Within the first minute of picking up and trying the New Nintendo 3DS XL at PAX South 2015 I was convinced that the upgrade was definitely worthwhile, at least for those who really enjoy 3DS games. The main benefit of the New 3DS is that it finally takes the main feature of the system, the 3D, and makes it functional. Of course you could always use the 3D feature on your 3DS, but due to the finicky nature of the technology, it always felt like a better move to just turn it off and never look back. With the New Nintendo 3DS, and its face-tracking technology, the 3D can finally realize its full potential, allowing players to enjoy their favorite 3DS games in their intended manner.
I had my doubts going in, as I’m sure others did when they first heard about the technology. “Sure,” I said, “it might widen the area in which you can view 3D games, but it won’t make it good enough to make me leave it on.” However, a good five minutes into my first game on the New Nintendo 3DS XL, I realized that I had left the 3D on and hardly noticed. The face-tracking allowed me to move the system to almost any normally used angle without causing the usual blurry image that the current model has. As I moved the system around to test its limits I saw it shifting to match my movement. It all added up to a stable and enjoyable image that enhanced the overall game presentation without the usual drawbacks associated with the 3D.
After a few minutes with the New Nintendo 3DS XL I felt like it was a worthy successor and upgrade to the 3DS XL
Along with this comes a few other improvements that might take a back seat, but are no less important for those that might be looking at an upgrade. The next biggest change for the New 3DS is the addition of the C-stick. This analog nub might not offer the same level of control that one might get from a full-blown analog stick, or circle-pad, but it adds an extra bit of control that players will surely enjoy. Being able to nudge the camera around my character was surprisingly natural, and helped make the handheld experience feel more like a full-console game. It took a few tries to get my head around how the C-stick worked, I kept trying to use it more like a touchpad for some reason, but once it all clicked I found myself relying on the feature more than I had anticipated.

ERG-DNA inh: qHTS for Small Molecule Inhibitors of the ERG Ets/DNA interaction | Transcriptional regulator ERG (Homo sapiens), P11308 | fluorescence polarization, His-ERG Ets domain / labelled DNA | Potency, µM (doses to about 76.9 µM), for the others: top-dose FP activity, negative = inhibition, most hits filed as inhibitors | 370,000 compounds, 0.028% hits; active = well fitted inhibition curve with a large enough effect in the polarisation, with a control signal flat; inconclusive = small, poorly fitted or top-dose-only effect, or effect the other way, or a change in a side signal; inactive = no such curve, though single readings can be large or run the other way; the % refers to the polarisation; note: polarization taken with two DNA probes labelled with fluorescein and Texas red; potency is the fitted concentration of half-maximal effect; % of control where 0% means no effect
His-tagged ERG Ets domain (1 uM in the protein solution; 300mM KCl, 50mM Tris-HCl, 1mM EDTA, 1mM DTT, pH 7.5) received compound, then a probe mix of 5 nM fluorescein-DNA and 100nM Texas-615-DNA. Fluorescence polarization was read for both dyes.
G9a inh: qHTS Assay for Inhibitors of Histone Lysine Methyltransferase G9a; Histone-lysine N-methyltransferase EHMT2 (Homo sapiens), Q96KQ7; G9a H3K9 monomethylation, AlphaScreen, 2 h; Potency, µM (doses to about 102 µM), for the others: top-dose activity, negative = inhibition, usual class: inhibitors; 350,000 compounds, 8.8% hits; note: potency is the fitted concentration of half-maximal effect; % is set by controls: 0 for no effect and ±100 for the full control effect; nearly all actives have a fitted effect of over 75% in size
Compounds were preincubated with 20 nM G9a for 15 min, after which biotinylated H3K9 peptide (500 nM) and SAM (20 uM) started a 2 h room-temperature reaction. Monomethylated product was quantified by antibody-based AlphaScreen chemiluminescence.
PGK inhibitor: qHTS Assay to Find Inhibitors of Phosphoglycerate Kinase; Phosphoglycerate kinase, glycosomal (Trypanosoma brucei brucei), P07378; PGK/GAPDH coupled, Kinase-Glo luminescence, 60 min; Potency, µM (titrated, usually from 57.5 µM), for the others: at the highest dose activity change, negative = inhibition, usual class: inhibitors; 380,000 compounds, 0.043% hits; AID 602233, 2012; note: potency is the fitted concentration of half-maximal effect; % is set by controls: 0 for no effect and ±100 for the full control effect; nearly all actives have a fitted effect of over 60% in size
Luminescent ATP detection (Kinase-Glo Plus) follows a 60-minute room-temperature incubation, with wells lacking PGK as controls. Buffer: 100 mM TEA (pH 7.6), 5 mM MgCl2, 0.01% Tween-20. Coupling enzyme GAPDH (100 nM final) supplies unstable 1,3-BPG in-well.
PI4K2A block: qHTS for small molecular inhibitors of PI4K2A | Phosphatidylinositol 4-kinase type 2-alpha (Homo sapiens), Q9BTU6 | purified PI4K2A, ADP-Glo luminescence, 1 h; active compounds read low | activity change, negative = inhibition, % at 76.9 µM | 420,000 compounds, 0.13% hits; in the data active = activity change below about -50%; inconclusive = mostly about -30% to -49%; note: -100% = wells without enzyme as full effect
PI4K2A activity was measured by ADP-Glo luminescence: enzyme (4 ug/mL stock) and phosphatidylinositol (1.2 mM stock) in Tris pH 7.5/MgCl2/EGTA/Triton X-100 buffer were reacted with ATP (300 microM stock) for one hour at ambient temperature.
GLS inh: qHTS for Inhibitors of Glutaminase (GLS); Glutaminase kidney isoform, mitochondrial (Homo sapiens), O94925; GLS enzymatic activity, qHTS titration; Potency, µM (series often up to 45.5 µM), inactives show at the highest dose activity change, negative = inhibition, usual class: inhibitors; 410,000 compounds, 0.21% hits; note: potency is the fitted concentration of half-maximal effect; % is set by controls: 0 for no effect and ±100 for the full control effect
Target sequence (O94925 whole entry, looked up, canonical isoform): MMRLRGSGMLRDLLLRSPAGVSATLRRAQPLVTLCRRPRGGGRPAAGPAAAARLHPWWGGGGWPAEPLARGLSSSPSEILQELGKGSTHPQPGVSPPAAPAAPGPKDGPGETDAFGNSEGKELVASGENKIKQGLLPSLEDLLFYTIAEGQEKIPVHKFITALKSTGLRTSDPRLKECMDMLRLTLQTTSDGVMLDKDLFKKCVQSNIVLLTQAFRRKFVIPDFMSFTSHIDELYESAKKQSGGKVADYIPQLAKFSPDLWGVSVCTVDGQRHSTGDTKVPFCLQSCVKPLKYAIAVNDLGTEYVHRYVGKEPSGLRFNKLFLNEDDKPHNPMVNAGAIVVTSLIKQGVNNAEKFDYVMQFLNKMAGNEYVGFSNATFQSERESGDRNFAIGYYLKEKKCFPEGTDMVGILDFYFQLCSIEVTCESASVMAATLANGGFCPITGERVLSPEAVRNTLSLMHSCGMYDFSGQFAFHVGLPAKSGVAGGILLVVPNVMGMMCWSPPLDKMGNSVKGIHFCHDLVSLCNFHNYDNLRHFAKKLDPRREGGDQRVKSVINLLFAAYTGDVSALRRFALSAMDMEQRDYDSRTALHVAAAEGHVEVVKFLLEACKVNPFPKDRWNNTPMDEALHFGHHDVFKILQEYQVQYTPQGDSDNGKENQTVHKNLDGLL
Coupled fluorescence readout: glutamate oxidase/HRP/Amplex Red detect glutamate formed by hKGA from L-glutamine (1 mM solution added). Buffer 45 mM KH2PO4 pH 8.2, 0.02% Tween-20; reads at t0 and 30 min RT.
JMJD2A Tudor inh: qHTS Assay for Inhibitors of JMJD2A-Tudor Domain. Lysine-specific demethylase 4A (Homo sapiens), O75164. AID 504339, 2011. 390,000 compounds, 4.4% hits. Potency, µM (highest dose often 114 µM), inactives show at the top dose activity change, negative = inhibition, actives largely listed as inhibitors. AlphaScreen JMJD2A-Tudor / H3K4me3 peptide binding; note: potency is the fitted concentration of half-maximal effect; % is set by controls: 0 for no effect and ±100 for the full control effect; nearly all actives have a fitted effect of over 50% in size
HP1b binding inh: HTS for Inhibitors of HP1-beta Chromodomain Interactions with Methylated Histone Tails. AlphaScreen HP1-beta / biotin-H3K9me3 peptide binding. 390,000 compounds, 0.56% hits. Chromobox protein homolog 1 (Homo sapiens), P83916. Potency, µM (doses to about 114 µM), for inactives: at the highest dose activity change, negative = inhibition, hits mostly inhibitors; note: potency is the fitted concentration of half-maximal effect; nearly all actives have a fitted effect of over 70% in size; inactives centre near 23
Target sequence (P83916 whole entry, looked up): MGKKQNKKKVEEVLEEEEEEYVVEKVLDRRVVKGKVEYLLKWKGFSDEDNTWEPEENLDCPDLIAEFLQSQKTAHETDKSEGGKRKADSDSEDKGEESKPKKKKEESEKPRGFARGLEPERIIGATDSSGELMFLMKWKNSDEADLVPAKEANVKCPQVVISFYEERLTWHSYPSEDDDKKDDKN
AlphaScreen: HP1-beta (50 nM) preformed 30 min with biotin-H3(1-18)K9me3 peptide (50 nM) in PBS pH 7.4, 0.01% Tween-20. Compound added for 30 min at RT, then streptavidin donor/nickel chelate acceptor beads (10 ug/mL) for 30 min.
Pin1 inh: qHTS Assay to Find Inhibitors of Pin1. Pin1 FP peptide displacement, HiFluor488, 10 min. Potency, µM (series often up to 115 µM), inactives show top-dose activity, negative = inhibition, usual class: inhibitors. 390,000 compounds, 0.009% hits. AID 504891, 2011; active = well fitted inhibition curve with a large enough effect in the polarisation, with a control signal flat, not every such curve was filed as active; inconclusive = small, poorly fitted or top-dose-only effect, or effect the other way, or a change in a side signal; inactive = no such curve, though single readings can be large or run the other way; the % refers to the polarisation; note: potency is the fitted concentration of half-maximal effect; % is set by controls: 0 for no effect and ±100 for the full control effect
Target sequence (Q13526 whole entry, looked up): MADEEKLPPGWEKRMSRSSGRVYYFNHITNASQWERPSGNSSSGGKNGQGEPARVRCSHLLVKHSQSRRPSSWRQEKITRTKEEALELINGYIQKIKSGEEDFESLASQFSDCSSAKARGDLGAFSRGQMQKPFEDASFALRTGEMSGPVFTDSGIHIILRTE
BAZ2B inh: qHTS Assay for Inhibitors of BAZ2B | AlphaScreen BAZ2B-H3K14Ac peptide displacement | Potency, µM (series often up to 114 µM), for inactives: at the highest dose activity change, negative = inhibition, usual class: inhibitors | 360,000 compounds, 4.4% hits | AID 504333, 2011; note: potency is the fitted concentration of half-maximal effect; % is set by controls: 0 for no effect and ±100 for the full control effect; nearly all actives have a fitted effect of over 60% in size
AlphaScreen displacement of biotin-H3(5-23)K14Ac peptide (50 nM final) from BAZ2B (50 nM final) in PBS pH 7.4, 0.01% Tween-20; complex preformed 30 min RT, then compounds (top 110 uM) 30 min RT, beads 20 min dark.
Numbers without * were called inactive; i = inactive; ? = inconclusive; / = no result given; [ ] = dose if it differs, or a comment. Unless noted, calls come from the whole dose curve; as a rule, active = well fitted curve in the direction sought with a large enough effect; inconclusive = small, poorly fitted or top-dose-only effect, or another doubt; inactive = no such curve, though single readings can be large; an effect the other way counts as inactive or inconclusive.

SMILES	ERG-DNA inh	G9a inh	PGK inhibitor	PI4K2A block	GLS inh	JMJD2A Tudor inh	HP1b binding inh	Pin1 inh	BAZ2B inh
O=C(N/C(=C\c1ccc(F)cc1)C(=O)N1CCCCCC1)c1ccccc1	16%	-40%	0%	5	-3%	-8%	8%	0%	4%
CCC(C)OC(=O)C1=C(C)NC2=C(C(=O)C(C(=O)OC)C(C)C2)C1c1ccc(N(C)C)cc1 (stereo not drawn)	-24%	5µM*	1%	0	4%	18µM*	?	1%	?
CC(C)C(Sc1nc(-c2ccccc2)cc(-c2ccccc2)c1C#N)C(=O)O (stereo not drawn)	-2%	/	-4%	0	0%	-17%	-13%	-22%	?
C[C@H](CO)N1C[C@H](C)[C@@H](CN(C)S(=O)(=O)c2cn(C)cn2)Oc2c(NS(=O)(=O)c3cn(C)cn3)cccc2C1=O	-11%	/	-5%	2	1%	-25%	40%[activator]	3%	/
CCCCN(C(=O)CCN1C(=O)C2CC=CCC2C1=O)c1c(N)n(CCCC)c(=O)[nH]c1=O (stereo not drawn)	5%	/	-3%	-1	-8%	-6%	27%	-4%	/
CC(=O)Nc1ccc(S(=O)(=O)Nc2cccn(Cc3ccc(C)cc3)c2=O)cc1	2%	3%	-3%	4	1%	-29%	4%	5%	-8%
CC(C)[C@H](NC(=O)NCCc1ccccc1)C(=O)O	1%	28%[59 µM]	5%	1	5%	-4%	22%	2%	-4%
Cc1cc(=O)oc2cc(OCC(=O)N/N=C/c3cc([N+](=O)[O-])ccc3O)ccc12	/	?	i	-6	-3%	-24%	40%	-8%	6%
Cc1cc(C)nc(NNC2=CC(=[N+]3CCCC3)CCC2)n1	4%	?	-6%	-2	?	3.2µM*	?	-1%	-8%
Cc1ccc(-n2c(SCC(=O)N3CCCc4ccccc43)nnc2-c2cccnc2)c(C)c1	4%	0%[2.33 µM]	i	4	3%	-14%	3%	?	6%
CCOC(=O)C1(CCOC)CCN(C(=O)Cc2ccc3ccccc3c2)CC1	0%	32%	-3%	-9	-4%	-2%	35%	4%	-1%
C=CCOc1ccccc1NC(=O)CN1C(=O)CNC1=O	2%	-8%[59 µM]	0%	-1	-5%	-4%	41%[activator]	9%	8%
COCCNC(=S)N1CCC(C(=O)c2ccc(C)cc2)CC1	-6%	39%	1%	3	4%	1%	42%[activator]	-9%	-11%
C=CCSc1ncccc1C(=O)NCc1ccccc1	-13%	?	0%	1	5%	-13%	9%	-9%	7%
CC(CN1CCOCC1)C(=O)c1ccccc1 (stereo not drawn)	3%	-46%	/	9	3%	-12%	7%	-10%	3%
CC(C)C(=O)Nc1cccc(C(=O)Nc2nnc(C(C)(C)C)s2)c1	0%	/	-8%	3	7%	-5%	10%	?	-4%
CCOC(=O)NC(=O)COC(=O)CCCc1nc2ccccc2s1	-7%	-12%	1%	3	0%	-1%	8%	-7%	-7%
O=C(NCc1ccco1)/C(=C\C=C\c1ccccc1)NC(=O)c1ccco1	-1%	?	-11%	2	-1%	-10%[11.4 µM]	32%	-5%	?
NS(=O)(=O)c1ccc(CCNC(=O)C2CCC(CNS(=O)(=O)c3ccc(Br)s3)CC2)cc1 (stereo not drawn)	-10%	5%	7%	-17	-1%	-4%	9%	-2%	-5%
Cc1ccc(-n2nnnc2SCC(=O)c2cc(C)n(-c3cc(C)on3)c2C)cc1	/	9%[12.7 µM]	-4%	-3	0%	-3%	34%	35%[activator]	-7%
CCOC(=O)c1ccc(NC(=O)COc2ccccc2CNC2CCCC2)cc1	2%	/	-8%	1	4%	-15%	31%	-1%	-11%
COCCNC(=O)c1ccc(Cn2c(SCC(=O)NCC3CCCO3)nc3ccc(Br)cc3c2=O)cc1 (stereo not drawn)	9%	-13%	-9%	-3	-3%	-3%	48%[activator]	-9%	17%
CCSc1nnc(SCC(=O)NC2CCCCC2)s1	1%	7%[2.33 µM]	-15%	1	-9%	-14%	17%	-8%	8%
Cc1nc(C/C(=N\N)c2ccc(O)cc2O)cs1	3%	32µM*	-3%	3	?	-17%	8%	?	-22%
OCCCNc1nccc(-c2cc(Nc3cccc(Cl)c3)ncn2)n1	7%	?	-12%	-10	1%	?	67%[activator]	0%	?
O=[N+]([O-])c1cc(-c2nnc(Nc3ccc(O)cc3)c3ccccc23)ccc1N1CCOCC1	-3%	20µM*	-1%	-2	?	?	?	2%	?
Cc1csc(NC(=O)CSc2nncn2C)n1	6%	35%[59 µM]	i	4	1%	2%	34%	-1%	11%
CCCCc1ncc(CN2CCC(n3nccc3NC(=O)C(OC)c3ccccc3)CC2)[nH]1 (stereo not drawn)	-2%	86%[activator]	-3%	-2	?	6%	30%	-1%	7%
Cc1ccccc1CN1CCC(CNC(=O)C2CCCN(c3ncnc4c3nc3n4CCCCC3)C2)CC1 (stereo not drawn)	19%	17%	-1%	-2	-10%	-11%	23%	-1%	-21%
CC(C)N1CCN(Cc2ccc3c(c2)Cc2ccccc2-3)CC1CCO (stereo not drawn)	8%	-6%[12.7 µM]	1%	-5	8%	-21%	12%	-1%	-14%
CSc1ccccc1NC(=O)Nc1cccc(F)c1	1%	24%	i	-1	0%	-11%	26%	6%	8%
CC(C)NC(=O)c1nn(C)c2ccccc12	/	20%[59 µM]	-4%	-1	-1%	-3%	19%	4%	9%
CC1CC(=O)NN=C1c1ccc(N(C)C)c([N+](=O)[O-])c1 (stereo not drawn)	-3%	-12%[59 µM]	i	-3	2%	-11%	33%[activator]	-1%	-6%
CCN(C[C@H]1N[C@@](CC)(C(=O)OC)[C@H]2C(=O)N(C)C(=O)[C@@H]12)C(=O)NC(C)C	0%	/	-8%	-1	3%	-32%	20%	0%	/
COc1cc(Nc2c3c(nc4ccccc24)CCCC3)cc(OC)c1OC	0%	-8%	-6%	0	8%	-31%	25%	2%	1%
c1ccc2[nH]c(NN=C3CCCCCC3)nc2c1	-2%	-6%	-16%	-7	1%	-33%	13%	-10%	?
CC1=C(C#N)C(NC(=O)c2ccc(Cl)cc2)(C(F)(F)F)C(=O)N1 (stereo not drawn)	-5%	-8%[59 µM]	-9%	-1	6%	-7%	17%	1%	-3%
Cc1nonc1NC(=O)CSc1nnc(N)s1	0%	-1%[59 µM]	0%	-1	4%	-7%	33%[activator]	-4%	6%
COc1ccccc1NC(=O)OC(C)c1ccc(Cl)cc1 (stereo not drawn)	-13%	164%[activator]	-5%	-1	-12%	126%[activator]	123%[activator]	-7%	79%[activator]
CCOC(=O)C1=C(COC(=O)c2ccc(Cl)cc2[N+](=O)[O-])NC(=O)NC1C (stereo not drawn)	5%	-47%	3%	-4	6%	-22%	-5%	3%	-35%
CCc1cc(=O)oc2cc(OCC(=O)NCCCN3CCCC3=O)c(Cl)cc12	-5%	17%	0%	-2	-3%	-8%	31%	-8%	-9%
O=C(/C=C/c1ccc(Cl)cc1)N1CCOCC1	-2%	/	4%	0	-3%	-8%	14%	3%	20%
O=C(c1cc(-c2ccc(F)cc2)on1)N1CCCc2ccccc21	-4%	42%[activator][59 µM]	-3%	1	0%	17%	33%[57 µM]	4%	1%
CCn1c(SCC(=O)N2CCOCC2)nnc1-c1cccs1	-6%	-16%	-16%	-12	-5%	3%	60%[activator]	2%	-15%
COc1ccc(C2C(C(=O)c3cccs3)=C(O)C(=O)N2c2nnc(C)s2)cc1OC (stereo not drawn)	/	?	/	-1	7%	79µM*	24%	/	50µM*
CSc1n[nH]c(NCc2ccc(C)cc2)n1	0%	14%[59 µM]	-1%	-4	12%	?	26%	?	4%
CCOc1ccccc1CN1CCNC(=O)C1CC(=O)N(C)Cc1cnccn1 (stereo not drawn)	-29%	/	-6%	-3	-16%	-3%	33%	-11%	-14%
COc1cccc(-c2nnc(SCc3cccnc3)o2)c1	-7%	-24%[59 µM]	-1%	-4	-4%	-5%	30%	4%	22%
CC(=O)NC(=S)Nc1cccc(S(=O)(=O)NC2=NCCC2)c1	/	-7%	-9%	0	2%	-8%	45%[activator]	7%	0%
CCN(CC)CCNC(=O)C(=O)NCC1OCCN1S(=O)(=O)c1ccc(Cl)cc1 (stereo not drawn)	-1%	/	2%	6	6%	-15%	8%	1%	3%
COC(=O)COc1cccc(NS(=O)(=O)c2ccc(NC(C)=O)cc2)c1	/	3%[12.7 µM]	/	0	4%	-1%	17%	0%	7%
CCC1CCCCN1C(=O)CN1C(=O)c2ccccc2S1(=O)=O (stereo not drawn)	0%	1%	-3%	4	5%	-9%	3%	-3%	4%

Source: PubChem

Other changes include additional shoulder buttons and reworked button placements. Shifting the Start and Select buttons over is certainly better, but not really enough to cause anyone to take much notice. The additional shoulder buttons likewise offer an improvement, but not much at this time. The games I tested didn’t really use the new buttons to full effect, leaving me wondering how they’ll be used in the future. No doubt the few New 3DS exclusive titles will use the buttons more, so we’ll have to see how they help those gaming experiences.
After a few minutes with the New Nintendo 3DS XL I felt like it was a worthy successor and upgrade to the 3DS XL that I had enjoyed so much for the last few years. Some features, like the face-tracking 3D, bring the system to a new level, while others simply offer minor improvements over past experiences. The more time you spend with the system, the more it makes sense and sells itself to you. Whether or not it will be worthwhile for you is really determined by how much time you spend playing games on your 3DS. If you don’t have a 3DS though, it is certainly the definitive version at the moment.